Use this URL to cite or link to this record in EThOS: http://ethos.bl.uk/OrderDetails.do?uin=uk.bl.ethos.590008
Title: A sociological analysis of citizen journalism
Author: Watson, Hayley
Awarding Body: University of Kent
Current Institution: University of Kent
Date of Award: 2011
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Abstract:
The study of citizen journalism from a sociological perspective is a new and evolving area of research. Accordingly, with such a wide scope for research to be conducted, this thesis has opted to approach the study of citizen journalism from a social constructionist position; viewing those members of the public that choose to engage in the creation of news as active participants in the construction of news today. By focusing on the impact of citizen journalism on the nature of agenda-setting and claims-making, this thesis seeks to add to existing viewpoints of the construction of news by considering the impact of citizen journalism on these traditional processes. In order to address citizen journalism, a case study of terrorism has been selected for analytical purposes; the 7th July 2005 London bombings. Using qualitative media analysis, this thesis- assesses two distinct types of citizen journalism; those acts of public led journalism that involve citizen journalists relying on the news media for publication in acts of dependent citizen journalism, and alternatively acts of citizen journalism that involve citizen journalists' employing their own digital tools for the self-publication of news. By assessing citizen journalism in relation to terrorism, in addition to adding- to our understanding of the social construction of news, this thesis has also been able to contribute to existing academic approaches to understanding the relationship between the media and terrorism. This thesis aims to highlight the importance of a "sociology of the news" that recognises the involvement of the public in the production and distribution of information.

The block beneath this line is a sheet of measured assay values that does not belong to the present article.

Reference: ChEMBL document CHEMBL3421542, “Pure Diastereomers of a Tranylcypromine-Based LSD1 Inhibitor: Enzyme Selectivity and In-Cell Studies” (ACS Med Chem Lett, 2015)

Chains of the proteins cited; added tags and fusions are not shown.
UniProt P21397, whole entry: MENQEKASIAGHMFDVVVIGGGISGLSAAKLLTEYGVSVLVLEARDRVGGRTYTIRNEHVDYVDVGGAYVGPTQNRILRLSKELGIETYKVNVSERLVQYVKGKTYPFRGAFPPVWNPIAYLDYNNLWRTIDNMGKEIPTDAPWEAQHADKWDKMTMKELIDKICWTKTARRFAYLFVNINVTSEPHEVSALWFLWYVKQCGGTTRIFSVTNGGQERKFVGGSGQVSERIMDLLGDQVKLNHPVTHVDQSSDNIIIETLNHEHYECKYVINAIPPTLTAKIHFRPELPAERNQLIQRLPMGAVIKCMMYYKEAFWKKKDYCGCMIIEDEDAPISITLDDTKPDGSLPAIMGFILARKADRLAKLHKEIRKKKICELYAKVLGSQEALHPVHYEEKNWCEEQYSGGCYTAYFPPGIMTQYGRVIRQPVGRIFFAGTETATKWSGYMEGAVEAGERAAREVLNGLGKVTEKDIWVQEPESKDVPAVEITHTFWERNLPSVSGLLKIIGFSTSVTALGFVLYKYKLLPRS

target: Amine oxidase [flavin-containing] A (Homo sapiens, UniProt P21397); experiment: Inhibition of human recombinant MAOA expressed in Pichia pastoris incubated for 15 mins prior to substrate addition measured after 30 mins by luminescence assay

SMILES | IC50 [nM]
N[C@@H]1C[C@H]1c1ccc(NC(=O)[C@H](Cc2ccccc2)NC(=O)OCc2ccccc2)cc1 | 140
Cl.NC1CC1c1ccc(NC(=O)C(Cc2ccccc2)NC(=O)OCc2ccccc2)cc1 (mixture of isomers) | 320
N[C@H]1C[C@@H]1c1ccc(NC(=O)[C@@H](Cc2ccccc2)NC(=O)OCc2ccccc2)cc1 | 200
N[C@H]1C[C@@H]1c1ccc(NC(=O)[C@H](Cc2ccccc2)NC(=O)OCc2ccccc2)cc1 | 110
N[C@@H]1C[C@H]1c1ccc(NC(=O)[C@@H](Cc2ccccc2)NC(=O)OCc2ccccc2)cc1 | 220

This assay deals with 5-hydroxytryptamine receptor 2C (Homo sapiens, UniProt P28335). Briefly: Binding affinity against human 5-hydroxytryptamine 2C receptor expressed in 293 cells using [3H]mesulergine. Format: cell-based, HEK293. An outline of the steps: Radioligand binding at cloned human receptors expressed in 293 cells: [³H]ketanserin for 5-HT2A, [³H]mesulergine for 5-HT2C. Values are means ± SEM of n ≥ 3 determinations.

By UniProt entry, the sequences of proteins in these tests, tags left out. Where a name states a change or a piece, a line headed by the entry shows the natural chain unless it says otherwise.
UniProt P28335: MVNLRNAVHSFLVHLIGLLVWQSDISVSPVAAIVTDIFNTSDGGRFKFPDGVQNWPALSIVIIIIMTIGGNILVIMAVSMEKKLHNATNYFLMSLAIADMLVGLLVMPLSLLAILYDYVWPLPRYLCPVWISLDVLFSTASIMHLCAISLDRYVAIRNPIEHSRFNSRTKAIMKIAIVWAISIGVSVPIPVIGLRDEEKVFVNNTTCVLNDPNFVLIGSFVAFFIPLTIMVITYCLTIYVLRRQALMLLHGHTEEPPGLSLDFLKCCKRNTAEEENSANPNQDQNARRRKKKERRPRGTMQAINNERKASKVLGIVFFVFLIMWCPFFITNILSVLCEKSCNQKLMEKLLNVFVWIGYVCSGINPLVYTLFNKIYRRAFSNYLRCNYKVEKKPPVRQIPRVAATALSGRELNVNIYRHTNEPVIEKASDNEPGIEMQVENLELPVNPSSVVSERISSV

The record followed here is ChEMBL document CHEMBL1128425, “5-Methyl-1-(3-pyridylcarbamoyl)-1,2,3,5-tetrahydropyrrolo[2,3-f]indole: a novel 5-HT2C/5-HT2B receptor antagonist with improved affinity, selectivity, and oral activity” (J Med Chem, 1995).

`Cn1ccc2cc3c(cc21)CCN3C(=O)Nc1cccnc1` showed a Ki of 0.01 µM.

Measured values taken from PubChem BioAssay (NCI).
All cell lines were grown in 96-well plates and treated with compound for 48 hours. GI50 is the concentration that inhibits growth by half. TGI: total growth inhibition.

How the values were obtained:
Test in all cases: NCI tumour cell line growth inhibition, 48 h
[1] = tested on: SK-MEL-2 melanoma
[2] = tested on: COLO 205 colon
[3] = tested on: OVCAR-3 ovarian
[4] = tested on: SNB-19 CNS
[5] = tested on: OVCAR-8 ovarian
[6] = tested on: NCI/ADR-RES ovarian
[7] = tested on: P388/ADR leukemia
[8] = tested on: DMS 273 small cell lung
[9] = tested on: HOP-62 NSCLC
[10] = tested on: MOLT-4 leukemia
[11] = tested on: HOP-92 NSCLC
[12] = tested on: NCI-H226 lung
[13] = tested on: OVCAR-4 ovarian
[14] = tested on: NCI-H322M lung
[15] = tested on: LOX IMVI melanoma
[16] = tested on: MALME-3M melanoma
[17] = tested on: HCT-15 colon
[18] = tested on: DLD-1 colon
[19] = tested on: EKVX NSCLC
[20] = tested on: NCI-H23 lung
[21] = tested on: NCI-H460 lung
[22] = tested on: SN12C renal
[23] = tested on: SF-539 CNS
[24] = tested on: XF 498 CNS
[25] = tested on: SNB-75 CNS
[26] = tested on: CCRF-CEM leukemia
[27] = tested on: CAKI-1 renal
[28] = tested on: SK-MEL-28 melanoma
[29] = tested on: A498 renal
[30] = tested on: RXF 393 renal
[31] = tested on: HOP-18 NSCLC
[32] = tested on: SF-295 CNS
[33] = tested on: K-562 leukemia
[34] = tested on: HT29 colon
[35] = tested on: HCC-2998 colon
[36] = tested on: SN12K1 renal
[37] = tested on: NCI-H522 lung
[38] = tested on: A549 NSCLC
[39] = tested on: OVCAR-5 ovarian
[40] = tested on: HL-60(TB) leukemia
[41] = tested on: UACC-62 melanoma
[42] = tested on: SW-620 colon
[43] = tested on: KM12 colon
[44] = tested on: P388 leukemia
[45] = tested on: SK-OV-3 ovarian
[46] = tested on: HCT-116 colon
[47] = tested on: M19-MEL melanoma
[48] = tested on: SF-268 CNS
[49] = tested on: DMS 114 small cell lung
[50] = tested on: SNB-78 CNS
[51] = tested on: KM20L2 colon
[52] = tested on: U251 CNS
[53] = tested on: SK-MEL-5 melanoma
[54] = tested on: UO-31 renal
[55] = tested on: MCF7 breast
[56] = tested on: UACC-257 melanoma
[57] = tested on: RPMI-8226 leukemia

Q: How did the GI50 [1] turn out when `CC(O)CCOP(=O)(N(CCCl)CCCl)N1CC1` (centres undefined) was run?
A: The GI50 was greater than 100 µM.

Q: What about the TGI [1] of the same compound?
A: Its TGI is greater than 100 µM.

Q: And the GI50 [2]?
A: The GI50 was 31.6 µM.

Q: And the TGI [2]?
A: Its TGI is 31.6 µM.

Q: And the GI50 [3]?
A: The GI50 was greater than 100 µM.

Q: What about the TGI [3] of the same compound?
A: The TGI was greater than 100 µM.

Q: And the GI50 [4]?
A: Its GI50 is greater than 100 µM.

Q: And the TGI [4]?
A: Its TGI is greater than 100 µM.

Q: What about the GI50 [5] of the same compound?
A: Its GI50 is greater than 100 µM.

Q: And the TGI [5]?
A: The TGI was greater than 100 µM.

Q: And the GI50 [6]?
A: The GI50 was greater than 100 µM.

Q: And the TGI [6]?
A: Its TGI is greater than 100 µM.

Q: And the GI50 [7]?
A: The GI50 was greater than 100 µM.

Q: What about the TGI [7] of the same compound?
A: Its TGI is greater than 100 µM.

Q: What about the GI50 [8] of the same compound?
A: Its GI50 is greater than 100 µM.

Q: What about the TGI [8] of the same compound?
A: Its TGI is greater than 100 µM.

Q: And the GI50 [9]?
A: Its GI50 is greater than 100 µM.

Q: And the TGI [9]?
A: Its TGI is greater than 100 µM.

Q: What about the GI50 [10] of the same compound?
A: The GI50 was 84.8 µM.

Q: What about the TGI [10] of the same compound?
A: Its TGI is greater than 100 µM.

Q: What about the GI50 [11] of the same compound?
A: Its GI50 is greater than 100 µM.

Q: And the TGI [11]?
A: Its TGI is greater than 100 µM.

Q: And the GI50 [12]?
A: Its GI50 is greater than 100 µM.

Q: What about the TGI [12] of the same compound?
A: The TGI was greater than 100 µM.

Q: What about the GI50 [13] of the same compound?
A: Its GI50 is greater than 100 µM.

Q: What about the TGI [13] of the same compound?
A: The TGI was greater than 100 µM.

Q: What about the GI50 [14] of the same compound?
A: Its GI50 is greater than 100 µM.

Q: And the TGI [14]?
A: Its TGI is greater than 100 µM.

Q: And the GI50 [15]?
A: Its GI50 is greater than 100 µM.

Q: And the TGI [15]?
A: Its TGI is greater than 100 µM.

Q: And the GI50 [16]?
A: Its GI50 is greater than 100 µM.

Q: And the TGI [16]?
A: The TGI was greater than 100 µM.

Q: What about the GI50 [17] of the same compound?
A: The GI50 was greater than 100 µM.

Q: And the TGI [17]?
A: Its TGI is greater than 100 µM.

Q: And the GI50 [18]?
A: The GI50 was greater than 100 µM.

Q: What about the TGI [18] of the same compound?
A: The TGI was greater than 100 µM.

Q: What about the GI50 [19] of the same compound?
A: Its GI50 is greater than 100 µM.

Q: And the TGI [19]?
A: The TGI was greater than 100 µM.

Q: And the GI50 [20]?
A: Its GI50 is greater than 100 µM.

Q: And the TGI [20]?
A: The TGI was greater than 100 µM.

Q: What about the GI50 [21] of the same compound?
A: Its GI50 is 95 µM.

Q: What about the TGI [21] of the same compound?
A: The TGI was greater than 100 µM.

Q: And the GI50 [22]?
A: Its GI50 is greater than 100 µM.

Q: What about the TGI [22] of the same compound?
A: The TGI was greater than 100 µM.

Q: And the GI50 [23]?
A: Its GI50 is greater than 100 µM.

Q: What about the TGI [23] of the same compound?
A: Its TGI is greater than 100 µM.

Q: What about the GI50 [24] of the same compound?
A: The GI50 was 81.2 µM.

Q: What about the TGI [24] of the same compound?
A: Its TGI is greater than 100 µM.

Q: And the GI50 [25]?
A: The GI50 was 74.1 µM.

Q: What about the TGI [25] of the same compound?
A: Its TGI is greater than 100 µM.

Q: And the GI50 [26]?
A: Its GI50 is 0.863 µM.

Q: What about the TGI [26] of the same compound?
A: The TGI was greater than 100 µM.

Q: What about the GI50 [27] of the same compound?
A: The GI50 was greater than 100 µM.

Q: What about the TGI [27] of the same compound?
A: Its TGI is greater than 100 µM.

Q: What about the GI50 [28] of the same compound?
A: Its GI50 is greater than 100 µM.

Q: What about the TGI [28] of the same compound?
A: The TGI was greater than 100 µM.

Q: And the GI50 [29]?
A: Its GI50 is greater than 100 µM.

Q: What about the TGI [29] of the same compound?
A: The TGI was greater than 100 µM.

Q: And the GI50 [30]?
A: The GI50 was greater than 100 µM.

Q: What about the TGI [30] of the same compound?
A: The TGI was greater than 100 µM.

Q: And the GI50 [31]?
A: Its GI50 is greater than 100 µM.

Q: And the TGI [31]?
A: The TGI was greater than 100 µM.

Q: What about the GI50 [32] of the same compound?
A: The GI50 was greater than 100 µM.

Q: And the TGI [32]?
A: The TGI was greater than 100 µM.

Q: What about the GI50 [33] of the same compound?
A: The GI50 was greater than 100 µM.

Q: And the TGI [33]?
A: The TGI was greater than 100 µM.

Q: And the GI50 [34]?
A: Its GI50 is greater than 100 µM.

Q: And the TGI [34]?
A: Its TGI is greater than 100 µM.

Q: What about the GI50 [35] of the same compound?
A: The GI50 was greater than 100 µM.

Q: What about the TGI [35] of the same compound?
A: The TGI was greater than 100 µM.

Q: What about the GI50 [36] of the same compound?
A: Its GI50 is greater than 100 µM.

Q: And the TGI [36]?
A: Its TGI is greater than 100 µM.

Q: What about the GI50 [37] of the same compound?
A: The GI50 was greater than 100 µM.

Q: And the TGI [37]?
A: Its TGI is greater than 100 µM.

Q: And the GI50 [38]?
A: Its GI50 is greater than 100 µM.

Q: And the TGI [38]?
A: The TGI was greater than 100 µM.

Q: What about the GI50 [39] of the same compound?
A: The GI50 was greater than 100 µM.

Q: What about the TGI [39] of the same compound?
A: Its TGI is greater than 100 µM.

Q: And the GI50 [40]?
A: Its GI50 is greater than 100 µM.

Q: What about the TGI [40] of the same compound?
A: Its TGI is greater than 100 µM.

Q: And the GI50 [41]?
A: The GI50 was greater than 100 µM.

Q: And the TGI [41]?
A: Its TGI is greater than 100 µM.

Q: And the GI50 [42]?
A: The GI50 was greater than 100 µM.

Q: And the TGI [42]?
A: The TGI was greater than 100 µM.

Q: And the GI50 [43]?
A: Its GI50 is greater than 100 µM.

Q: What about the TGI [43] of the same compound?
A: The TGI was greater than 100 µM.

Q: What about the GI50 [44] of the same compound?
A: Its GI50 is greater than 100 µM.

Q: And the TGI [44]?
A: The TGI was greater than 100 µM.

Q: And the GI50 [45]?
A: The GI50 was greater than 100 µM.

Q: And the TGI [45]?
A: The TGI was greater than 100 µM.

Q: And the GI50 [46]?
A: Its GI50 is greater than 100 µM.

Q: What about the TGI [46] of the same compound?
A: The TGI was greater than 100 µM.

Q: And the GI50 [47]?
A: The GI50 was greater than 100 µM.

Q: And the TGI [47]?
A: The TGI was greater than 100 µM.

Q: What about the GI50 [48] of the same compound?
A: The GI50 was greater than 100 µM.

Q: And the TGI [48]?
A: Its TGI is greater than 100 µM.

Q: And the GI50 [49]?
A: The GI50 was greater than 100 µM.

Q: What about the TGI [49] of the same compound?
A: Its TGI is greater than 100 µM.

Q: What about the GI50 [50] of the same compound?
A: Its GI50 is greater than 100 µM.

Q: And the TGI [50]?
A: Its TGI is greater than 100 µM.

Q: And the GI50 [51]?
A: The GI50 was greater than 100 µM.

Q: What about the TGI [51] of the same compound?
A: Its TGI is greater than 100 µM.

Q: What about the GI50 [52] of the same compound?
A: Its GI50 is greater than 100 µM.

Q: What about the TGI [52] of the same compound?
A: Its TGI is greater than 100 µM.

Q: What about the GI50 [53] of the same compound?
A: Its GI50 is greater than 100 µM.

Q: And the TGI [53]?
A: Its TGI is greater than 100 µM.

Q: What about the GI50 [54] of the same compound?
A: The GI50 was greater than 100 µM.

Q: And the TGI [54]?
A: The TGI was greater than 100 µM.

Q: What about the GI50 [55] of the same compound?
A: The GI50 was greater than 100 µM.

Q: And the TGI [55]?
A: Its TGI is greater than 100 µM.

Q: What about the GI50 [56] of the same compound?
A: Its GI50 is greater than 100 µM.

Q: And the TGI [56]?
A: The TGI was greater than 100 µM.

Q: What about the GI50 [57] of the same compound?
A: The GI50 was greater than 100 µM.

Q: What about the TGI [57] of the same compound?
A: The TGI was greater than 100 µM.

Supervisor: Not available Sponsor: Not available
Qualification Name: Thesis (Ph.D.) Qualification Level: Doctoral
EThOS ID: uk.bl.ethos.590008  DOI: Not available
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